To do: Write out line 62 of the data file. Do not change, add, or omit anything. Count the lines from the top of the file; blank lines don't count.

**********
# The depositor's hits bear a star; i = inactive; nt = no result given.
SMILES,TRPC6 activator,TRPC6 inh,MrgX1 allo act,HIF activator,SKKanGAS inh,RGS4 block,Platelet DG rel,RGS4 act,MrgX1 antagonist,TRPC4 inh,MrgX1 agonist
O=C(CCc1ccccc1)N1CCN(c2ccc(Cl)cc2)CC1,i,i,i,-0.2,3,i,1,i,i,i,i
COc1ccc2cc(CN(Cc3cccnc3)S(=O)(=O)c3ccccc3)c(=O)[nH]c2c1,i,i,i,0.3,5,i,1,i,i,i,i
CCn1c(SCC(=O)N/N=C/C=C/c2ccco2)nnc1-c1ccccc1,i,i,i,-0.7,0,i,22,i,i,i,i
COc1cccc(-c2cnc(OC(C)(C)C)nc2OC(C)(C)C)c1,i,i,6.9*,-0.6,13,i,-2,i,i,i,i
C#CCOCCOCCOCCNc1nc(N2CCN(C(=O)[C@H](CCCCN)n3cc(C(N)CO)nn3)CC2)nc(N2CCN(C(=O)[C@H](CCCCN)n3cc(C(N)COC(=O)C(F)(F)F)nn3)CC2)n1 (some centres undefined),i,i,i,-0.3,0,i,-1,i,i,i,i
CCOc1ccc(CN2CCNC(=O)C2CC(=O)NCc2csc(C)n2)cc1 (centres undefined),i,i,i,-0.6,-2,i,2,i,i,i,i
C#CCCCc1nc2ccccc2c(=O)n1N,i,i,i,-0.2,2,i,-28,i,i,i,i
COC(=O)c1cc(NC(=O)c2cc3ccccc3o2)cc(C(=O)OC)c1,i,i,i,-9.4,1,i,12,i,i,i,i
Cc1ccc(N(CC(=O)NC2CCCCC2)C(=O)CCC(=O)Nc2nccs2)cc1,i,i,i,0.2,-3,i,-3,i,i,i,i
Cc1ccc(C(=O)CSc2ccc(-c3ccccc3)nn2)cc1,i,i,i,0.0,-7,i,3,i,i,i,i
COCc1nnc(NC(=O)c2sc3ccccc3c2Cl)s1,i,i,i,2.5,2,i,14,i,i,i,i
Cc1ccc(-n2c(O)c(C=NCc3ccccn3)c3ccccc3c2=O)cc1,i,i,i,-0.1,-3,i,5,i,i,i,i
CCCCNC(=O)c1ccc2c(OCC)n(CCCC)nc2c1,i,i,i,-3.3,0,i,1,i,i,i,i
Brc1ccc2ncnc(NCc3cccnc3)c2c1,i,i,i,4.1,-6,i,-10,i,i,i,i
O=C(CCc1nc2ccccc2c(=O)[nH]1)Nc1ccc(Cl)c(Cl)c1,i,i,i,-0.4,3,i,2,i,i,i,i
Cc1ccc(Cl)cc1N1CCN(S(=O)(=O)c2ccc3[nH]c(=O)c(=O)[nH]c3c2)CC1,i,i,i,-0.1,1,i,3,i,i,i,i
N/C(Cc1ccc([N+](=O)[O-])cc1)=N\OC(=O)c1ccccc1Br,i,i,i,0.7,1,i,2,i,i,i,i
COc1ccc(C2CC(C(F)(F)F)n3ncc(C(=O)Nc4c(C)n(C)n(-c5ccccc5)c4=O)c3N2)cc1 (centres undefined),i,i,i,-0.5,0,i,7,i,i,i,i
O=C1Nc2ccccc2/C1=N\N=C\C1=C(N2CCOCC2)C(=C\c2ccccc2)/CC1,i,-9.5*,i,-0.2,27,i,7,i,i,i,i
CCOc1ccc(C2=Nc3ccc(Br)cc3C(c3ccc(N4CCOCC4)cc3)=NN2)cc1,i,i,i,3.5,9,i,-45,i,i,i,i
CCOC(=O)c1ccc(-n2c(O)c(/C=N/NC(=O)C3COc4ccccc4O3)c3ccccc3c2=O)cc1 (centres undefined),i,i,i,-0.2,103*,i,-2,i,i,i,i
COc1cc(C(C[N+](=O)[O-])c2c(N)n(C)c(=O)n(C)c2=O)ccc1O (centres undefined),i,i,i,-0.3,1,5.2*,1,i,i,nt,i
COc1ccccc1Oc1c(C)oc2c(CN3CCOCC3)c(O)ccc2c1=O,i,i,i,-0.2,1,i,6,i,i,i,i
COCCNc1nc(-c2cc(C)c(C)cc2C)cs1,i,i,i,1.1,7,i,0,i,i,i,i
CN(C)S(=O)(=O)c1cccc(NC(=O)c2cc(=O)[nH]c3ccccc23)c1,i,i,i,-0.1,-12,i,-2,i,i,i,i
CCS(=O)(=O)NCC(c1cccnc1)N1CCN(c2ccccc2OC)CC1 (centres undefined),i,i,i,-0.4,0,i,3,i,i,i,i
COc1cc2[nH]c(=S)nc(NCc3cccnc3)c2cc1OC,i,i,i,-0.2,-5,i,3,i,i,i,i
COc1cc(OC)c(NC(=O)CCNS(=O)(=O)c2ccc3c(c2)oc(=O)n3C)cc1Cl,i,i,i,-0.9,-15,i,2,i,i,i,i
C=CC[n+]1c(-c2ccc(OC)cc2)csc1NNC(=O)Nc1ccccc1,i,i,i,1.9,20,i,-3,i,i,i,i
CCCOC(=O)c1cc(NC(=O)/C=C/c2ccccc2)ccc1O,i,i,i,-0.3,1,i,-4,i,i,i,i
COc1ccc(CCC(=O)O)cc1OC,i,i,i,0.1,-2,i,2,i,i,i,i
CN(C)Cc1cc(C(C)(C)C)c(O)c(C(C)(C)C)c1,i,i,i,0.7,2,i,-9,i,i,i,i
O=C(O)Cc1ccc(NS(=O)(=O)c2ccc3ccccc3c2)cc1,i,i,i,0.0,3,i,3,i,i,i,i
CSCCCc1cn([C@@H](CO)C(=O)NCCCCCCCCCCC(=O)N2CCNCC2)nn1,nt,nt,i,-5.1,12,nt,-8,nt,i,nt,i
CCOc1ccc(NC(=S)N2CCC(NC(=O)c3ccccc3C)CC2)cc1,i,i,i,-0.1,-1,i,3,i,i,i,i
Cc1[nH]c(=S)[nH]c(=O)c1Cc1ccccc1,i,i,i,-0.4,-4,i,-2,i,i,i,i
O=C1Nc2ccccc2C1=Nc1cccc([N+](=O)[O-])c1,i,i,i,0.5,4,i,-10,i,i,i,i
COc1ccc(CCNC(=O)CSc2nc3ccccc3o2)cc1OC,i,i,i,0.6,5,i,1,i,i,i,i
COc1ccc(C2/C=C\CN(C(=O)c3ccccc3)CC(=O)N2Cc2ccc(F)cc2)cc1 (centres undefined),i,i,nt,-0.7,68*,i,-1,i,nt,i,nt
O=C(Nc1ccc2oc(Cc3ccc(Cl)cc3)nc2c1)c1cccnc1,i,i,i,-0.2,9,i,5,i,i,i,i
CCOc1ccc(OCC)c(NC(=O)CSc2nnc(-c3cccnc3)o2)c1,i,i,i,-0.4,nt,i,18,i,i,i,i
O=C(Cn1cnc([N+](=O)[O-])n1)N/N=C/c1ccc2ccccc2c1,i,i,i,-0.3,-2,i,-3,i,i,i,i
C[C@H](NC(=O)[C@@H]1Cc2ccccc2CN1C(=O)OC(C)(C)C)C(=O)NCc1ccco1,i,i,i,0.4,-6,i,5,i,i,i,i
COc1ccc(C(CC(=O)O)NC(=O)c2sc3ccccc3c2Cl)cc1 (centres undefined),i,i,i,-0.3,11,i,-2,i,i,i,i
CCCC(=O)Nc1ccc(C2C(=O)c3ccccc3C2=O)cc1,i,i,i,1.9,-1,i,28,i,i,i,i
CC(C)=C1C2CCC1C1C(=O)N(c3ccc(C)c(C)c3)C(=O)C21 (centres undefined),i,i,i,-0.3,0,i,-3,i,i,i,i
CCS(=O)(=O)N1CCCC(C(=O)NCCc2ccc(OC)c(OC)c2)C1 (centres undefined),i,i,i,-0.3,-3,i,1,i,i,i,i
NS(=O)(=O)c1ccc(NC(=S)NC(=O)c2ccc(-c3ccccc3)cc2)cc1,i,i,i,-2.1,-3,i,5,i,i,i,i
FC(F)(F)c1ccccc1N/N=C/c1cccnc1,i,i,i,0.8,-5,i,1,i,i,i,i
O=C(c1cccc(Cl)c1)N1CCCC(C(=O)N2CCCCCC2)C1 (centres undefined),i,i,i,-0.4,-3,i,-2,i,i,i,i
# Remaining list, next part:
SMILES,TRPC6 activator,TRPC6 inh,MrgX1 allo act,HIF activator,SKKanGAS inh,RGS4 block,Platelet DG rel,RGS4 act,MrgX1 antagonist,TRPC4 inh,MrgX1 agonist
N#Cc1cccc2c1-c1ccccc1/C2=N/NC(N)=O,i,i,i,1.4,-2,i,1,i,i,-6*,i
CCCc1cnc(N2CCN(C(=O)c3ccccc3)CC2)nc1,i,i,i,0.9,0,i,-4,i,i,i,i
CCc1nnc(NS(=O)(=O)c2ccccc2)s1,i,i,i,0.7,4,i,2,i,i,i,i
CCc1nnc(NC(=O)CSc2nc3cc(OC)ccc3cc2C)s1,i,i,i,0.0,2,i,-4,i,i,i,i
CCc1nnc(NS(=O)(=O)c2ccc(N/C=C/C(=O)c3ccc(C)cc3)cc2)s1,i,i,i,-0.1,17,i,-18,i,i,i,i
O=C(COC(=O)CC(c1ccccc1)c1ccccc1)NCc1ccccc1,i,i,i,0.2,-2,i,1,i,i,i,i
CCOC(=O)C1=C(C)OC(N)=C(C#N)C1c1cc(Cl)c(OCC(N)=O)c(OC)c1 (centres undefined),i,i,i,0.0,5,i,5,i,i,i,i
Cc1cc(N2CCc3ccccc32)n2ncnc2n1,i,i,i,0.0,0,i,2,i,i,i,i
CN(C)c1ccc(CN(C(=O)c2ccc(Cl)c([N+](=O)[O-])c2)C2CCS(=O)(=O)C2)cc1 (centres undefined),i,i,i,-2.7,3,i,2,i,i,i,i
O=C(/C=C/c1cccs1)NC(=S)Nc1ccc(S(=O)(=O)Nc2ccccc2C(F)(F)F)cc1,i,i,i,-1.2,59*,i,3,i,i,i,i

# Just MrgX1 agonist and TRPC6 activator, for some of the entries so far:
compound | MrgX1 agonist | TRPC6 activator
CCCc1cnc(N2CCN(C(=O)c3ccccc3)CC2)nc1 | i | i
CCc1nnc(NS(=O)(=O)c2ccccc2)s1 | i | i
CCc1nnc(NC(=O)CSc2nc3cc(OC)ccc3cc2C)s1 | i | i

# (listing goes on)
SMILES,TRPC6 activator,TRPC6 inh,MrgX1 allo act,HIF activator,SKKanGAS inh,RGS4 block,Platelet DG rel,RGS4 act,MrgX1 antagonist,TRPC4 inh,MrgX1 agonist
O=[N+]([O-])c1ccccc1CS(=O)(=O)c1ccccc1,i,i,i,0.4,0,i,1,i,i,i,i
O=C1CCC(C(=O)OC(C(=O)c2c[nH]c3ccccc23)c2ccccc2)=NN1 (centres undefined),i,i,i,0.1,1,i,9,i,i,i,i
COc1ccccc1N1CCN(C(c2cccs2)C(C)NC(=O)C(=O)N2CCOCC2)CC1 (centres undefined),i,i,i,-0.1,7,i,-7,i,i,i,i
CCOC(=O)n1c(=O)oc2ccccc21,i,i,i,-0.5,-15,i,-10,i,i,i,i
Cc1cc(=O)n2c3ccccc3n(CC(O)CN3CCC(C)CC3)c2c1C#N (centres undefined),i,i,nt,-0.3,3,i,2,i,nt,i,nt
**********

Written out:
Cc1cc(N2CCc3ccccc32)n2ncnc2n1,i,i,i,0.0,0,i,2,i,i,i,i